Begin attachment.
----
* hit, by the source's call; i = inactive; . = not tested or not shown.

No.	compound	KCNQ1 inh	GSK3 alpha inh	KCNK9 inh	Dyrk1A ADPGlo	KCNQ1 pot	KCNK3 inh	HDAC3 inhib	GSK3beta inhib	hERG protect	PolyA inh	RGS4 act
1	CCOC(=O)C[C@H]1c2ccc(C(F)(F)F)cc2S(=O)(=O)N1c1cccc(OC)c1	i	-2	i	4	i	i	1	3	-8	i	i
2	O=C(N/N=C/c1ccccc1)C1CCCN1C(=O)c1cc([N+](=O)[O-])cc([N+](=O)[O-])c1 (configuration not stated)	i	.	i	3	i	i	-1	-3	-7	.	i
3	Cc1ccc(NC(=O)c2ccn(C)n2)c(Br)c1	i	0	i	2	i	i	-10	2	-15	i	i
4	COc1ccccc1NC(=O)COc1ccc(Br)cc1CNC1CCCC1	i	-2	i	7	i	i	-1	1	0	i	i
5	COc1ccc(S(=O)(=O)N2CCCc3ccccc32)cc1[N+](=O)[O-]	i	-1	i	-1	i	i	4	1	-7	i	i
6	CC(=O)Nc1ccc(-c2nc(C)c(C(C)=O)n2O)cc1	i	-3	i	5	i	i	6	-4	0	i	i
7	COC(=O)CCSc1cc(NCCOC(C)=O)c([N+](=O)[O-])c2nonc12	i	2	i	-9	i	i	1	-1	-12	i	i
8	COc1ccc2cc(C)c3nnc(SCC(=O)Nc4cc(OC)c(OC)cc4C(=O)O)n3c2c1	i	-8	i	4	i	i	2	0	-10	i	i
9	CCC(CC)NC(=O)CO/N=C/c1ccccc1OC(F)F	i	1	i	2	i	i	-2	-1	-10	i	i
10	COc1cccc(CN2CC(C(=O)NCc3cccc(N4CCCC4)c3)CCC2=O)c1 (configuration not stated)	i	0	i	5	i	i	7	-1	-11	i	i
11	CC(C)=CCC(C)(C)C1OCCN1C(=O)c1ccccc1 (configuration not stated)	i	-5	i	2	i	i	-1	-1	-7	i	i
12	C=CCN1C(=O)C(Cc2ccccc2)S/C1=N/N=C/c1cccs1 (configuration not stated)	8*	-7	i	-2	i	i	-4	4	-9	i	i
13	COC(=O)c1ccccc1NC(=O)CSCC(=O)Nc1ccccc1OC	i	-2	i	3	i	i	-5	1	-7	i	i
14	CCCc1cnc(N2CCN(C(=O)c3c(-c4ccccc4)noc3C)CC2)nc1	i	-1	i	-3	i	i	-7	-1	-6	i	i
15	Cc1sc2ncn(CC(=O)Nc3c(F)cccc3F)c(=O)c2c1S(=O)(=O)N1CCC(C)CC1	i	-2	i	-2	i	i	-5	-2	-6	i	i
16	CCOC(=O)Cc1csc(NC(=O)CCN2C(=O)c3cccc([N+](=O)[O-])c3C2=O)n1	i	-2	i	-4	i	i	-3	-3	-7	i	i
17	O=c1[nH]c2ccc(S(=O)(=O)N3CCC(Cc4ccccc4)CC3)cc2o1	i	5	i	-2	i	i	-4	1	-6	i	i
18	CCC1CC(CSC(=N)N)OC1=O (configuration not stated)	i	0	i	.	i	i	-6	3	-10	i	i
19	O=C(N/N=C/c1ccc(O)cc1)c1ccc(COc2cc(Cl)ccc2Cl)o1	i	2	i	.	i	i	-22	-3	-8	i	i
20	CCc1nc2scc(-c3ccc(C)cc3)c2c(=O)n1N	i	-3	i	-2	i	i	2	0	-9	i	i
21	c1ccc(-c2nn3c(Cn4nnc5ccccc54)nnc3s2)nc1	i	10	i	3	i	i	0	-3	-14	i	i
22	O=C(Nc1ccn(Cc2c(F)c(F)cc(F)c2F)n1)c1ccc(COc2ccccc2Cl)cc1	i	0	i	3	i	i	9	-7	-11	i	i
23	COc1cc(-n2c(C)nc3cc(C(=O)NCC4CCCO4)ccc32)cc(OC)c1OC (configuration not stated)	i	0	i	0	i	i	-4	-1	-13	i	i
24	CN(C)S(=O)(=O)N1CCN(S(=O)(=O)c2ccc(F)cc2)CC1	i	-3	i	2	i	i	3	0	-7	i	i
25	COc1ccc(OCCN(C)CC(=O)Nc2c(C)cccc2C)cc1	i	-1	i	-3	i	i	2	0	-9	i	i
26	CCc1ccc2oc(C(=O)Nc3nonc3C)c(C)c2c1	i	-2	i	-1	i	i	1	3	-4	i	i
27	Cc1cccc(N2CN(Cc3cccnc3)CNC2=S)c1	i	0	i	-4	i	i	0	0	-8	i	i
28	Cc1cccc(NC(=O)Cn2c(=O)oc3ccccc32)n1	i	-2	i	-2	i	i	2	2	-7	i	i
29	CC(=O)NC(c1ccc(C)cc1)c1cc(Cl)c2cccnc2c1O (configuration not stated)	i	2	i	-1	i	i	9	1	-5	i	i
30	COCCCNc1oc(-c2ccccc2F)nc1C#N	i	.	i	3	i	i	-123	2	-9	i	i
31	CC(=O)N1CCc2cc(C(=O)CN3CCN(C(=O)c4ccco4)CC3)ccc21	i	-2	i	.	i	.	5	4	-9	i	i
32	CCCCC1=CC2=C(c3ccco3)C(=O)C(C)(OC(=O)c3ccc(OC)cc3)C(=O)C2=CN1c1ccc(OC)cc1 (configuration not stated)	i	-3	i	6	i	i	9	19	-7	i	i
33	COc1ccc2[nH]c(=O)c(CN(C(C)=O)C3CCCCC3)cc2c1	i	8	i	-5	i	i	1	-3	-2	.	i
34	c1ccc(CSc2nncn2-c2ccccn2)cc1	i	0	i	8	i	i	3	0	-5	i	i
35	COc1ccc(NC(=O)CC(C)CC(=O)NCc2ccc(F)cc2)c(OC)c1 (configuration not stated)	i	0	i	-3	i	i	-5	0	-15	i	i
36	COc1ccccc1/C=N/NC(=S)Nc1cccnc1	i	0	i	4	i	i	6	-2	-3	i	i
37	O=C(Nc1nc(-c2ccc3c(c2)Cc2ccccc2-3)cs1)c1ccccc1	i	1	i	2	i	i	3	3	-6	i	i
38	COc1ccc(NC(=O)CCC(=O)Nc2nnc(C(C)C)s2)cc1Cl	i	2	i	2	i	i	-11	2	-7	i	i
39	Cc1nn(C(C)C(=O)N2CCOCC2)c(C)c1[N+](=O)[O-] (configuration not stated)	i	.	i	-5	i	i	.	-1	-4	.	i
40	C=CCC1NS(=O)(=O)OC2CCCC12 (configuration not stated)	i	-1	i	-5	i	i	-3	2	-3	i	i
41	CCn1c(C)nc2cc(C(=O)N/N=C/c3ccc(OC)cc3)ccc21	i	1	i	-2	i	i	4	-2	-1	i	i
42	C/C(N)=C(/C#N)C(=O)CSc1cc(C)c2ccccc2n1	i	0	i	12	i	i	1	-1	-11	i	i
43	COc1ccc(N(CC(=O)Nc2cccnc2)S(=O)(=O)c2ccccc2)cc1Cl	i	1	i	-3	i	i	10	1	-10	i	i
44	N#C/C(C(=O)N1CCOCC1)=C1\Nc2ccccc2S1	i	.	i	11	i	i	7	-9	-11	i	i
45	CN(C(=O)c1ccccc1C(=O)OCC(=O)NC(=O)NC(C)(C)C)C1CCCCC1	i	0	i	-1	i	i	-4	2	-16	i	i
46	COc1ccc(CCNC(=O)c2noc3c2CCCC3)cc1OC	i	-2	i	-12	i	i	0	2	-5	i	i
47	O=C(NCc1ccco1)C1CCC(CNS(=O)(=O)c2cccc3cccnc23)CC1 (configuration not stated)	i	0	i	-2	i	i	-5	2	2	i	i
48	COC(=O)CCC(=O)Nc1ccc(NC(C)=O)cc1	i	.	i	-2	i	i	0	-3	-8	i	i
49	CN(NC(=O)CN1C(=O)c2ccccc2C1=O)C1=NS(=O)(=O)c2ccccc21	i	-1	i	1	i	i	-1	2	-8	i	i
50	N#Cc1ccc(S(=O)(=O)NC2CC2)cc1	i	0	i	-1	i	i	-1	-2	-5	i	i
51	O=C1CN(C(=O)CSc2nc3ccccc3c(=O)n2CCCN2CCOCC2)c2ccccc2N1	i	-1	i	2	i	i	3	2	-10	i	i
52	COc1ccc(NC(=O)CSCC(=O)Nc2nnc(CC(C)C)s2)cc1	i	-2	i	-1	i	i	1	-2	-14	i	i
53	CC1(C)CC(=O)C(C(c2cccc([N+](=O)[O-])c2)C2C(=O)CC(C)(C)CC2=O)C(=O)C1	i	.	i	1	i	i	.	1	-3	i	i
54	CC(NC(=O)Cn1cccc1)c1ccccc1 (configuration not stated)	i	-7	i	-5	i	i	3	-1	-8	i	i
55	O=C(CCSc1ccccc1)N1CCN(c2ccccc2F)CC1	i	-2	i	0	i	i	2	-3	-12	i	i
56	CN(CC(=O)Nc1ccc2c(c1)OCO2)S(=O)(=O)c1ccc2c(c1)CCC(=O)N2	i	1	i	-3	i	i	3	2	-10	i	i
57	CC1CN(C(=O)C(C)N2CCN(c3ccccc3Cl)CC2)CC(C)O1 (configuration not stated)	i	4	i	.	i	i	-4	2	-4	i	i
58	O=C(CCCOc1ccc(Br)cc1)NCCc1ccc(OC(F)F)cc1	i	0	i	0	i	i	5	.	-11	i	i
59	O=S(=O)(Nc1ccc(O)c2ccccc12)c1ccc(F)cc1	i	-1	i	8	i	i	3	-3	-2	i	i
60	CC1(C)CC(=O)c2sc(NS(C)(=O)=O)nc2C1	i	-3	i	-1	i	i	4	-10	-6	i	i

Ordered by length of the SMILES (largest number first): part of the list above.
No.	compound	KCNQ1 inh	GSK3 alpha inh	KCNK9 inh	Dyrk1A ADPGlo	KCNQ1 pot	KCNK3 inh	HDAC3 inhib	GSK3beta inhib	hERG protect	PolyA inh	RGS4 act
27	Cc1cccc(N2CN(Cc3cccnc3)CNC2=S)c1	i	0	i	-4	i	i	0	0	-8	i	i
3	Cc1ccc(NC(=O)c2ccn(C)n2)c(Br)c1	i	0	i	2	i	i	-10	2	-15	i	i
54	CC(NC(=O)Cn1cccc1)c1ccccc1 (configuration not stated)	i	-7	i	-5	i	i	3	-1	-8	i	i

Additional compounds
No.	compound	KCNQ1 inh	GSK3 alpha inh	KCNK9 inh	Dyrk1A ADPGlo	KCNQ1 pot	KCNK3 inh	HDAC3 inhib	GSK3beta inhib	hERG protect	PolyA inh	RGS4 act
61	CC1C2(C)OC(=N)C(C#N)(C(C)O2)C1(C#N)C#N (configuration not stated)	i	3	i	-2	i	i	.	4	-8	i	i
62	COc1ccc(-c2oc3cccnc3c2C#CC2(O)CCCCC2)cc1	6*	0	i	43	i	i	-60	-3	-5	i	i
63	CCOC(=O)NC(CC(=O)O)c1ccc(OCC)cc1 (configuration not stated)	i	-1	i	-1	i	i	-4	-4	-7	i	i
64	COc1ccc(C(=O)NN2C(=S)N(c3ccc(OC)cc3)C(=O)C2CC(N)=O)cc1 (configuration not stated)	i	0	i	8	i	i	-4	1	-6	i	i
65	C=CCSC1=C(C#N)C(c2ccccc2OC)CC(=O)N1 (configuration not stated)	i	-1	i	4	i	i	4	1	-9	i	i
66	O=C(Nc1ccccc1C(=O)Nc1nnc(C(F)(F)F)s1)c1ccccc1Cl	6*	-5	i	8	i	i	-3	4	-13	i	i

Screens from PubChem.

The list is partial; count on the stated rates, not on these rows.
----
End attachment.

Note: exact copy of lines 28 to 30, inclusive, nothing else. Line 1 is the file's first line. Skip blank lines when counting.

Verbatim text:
26	CCc1ccc2oc(C(=O)Nc3nonc3C)c(C)c2c1	i	-2	i	-1	i	i	1	3	-4	i	i
27	Cc1cccc(N2CN(Cc3cccnc3)CNC2=S)c1	i	0	i	-4	i	i	0	0	-8	i	i
28	Cc1cccc(NC(=O)Cn2c(=O)oc3ccccc32)n1	i	-2	i	-2	i	i	2	2	-7	i	i